The 64th Meeting of the Central Advisory Board of Education (CABE) was held under the Chairmanship of Union Human Resource Minister Shri Prakash Javadekar on 25th October, 2016. CABE is the highest advisory body advising the central and state governments in the field of education. At this meeting, one of the agreements reached was that learning outcomes should be codified and be made a part of rules of Right to Education Act (RTE). Even more recently, the Group of Secretaries of Education has included third party surveys to measure learning outcomes as one of its recommendations to the Prime Minister.
Although the results of all these measures are yet to be utilized to rethink actual teaching-learning processes in schools, there’s little doubt that much has changed in the eleven years since the first ASER report was released.
Over the past decade the ASER model has become well known not only in India but around the world. People heard about ASER, came to see how it works, took the model home and adapted it to suit their own context. This organic process of spreading to other countries is captured in this short video.
The ‘citizen-led assessment’ (CLA) model, as it has come to be known, is currently implemented in 13 countries across 3 continents. In India and Pakistan, the exercise is called ASER (which means “impact”), in East Africa it is called Uwezo (which means “capability”). The Mali effort is named “Beekungo” (meaning “we are in it together”) and in Senegal it is called Jangandoo (meaning “learn together”). The Medicion Independiente de Aprendizajes (“Independent assessment of learning”, or MIA) began in 2014 and LearnNigeria in 2015. Bangladesh, Cameroon, Ghana and Mozambique joined the family in 2016.
These efforts are coordinated by the People’s Action for Learning (PAL) network, established in 2015 to coordinate, support, and promote the work of these countries. All countries in the network have adapted the basic ASER model to suit their own contexts. But each country follows a set of principles defined for the network as a whole. Together, these initiatives around the globe reach more than a million children.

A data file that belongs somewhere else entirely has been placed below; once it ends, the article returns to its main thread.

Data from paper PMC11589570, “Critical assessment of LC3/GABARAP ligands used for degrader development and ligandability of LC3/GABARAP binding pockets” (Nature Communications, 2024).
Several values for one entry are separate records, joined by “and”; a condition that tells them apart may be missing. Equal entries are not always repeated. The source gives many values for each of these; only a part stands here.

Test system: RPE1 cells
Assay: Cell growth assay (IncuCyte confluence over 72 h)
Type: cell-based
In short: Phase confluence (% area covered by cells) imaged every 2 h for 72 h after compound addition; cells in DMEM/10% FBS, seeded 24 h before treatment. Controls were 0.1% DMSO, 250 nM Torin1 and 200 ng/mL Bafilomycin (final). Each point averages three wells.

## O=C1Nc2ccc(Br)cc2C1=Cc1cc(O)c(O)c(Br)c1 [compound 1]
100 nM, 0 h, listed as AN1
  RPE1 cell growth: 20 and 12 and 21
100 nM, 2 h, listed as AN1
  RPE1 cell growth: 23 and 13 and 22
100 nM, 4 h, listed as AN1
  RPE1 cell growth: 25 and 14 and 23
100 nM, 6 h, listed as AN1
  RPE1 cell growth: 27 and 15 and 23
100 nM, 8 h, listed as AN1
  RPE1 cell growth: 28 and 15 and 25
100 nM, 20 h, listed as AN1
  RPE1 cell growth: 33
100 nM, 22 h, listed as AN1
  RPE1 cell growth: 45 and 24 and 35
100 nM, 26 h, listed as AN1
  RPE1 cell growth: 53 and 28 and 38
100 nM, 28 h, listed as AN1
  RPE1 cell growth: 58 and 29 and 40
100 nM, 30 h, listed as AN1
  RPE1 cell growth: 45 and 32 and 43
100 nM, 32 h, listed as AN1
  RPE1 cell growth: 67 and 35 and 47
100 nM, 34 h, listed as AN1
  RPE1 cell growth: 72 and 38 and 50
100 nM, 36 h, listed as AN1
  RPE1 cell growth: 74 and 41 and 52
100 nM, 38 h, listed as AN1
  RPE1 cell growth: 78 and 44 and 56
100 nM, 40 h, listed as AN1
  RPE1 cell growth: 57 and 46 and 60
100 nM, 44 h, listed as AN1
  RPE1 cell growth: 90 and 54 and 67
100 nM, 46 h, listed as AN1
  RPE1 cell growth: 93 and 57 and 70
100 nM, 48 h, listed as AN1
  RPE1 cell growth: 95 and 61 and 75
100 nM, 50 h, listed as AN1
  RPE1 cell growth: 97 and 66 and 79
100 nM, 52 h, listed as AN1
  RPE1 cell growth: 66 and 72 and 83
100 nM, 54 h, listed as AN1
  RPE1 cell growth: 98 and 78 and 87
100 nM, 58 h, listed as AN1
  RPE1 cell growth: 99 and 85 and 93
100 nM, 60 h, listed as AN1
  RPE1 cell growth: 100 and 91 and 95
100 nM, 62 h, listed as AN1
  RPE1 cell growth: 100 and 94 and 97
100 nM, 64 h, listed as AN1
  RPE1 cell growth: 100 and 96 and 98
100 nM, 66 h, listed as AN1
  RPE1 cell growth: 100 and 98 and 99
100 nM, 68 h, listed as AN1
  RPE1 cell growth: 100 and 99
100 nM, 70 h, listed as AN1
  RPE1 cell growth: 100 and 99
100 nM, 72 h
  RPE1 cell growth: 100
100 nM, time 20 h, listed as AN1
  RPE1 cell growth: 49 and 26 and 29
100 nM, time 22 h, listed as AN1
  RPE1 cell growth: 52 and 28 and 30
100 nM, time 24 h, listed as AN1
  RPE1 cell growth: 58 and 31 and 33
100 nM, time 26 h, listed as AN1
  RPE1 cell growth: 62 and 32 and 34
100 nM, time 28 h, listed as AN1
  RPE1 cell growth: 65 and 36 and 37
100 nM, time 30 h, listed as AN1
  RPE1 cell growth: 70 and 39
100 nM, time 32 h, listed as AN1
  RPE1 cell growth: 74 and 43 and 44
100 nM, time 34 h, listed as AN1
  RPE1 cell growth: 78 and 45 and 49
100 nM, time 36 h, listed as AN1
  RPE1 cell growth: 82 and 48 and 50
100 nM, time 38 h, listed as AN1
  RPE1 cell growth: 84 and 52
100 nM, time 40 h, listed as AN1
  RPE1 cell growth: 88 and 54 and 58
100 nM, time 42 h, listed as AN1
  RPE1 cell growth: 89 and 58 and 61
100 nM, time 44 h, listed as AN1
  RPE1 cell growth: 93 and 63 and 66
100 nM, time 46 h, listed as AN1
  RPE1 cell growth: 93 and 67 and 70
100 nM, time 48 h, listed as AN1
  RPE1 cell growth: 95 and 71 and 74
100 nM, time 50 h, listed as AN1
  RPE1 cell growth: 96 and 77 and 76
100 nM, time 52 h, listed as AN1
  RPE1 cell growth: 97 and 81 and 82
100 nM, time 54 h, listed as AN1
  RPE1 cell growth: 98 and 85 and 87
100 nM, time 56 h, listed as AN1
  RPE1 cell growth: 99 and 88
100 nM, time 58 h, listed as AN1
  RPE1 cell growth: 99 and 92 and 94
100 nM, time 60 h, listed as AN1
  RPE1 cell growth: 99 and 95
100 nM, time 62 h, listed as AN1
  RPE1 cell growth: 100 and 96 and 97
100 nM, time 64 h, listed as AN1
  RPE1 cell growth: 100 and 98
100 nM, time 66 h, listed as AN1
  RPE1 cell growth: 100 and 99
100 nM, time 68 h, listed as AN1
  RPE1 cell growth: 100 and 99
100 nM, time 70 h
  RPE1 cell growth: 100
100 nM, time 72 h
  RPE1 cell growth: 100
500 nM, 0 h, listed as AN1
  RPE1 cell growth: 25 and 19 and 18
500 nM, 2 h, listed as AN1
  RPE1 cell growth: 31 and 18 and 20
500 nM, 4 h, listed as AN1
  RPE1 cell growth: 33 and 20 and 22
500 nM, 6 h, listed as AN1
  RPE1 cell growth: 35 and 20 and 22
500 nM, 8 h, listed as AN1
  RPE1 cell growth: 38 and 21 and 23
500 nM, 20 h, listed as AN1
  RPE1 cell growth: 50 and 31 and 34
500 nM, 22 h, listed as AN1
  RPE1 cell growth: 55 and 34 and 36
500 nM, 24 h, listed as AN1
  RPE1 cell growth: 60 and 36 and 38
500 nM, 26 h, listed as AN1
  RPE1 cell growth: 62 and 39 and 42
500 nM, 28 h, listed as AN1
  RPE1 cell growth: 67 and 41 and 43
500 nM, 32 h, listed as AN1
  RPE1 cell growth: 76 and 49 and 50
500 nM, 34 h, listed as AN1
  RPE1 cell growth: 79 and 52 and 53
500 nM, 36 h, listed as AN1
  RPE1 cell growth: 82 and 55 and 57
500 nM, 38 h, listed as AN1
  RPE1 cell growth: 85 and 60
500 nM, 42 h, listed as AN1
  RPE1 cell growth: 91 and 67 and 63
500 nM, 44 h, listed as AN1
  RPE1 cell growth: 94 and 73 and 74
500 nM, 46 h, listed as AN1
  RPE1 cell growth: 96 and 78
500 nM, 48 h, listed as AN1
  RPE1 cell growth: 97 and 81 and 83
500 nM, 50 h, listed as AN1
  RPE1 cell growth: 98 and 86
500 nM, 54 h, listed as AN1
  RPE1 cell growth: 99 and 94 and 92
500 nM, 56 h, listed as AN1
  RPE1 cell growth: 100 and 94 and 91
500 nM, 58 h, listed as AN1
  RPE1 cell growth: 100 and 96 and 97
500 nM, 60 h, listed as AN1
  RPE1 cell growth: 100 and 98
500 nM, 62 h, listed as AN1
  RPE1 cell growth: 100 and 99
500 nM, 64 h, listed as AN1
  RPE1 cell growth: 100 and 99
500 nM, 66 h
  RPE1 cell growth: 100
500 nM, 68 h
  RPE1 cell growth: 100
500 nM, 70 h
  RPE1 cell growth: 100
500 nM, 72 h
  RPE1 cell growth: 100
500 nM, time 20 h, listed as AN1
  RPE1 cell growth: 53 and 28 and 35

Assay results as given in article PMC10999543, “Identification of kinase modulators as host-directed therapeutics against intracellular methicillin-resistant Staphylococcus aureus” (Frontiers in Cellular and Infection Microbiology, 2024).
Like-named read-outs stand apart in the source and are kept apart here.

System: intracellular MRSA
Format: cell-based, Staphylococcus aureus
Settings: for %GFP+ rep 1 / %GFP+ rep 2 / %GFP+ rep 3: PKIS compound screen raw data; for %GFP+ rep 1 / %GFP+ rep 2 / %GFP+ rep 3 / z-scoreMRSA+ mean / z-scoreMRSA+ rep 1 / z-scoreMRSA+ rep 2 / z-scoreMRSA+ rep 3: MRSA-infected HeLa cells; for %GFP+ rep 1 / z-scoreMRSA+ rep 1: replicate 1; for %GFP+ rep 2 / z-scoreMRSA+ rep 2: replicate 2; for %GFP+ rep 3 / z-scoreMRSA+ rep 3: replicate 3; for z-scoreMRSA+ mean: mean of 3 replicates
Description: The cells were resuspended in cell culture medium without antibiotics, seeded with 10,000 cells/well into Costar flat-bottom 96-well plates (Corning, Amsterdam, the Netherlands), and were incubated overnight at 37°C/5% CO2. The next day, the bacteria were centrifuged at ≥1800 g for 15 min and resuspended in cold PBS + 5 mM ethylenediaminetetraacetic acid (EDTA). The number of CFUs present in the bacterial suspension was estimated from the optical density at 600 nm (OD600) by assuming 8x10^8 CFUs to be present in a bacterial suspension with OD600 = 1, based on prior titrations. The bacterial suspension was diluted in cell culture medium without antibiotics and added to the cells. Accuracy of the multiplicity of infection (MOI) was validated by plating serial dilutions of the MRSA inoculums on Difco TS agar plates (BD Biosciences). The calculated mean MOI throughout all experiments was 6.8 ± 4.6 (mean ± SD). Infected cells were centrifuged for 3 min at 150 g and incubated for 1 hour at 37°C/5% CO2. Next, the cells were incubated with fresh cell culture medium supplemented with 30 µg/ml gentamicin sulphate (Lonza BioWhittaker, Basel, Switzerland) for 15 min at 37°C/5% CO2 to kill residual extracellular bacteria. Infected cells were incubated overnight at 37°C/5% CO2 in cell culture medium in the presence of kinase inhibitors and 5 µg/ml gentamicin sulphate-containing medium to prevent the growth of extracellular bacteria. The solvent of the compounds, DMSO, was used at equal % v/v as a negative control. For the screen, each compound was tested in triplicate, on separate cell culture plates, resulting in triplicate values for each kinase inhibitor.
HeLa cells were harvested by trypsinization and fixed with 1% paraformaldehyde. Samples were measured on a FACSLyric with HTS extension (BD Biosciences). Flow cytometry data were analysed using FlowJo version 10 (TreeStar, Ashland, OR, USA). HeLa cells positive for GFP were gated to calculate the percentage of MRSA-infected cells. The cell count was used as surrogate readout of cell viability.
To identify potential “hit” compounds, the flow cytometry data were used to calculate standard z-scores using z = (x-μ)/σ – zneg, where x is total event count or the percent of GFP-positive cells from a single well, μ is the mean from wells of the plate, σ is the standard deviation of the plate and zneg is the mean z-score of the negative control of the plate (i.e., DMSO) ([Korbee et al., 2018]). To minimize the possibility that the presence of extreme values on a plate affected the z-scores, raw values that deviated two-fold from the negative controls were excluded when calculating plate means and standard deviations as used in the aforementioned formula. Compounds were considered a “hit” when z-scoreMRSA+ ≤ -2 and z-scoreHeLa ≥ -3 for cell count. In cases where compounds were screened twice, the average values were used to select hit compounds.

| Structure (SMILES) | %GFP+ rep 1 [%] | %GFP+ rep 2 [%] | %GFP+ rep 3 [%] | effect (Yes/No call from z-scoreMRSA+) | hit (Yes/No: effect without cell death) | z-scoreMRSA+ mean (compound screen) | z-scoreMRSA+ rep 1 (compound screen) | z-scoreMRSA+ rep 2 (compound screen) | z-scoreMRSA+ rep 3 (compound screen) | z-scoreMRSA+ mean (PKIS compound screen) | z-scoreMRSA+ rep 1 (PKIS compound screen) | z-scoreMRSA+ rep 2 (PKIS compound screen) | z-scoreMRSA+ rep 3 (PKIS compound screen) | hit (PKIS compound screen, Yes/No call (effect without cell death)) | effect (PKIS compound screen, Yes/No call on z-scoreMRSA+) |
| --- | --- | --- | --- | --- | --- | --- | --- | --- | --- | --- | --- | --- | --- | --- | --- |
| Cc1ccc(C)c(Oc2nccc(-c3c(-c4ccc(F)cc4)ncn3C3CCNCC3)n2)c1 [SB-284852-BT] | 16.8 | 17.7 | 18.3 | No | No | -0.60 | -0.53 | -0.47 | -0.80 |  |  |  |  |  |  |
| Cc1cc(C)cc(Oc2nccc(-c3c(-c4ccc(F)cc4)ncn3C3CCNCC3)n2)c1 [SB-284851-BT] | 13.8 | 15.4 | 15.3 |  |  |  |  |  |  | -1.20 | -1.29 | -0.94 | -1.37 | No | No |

Staff from ASER Centre and from many of the PAL network countries have participated on important global education platforms, including the Learning Metrics Task Force, the Global Monitoring Report, and the UNESCO Institute of Statistics among others. As a result, the CLA model of household based oral assessments of basic reading and arithmetic have been introduced to a much wider audience.
Interest in the model continues to grow and more countries are expected to join the network in the coming years.
UIS publication on oral reading assessments
Impact on People
Changing policy and influencing actors in other countries – none of this would have been possible without changing people. Perhaps the greatest strength of the ASER model lies not in the statistics it produces each year, but in its power to draw people in and show them something that they did not know before.
Rather than describe this impact ourselves, we asked people inside and outside of Pratham and ASER to tell us what ASER has meant to them. You can read and listen to their words below.
If you would like to contribute to this section, we would love to hear from you! Please send us a short writeup, audio or a video recording at 91 96504 01085 or to firstname.lastname@example.org, and we will post it here.